You’ve seen a lot of these lately, right? Whether it’s related to COVID or BLM/protests, our current environment seems ripe for many people, governments, and/or businesses to make very big public mistakes. Through my experiences I have found the public to be very forgiving, even in these hyper-sensitive social media driven times, as long as there is an adequate and resonating public apology. But what makes for an adequate public apology? Let’s explore the ingredients:
Simply put, you have to believe what you are saying. Saying “I’m sorry” is not enough unless you explain why. Your apology must be put into proper context and include depth or your response to the original mistake may make matters worse. What have you learned from this experience? And how will you make things right?
Many make the mistake of waiting too long before offering a public apology for a variety of reasons but the reality is, unless you respond in a timely fashion, any good will you offer may be seen as too late. Public mistakes spread like wildfire and when a mistake is made, it demands a quick and comprehensive retraction. The longer you wait, the more damage is done.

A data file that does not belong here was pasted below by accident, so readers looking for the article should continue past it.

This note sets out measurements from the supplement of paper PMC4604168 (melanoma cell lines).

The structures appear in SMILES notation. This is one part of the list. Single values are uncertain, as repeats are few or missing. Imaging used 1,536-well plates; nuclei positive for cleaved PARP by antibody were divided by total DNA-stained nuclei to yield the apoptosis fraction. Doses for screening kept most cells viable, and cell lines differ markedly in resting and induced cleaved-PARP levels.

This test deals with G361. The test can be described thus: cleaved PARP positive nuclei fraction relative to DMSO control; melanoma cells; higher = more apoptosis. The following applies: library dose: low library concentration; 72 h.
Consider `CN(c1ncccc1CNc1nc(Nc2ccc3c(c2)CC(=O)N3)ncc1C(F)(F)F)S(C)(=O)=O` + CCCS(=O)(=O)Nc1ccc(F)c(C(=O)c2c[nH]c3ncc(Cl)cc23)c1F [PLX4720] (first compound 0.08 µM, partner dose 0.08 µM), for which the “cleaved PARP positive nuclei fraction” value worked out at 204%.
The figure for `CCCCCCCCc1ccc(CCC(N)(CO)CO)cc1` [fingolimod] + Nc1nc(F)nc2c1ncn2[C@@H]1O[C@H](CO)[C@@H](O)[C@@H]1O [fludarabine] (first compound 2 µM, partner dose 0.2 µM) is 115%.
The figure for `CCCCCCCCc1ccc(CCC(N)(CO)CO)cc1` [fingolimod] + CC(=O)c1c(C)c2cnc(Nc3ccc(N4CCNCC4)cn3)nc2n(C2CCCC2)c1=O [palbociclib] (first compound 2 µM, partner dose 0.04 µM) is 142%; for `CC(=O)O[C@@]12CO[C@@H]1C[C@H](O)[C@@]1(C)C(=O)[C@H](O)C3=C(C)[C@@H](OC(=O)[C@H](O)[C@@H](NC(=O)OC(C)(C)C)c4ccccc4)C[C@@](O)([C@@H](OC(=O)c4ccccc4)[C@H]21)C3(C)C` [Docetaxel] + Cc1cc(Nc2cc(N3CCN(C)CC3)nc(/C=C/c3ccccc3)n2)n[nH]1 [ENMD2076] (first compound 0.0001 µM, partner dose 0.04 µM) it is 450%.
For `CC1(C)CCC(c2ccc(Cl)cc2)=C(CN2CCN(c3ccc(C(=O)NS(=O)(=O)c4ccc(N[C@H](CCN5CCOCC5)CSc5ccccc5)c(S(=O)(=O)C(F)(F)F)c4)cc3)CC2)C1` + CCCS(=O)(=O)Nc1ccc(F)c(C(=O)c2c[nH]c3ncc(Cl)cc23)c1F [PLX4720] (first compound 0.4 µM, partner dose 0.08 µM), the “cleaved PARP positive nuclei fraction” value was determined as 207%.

The public apologies which resonate best offer a detailed action plan. After you apologize for the mistake, you must offer an action plan as to what steps you are taking to ensure the mistake is not made again. This requires some examination first, as you likely will need to review organizational policies and legal ramifications first, but remember, don’t take too long! This is likely the most important ingredient of any public apology. Without an action plan, any attempt at a public apology will fall flat.
For more information related to effective public apologies and present day examples of good and bad apologies, see this article published on azcentral.com:
Rich Dubek is a two-time Emmy award winning TV news reporter with more than twenty five years of news media experience at the local and network level. He is President of the Dubek Media Group, specializing in expert media training messaging, and on-air coaching, and full service video production. The Dubek Media Group is based in Tempe, Arizona.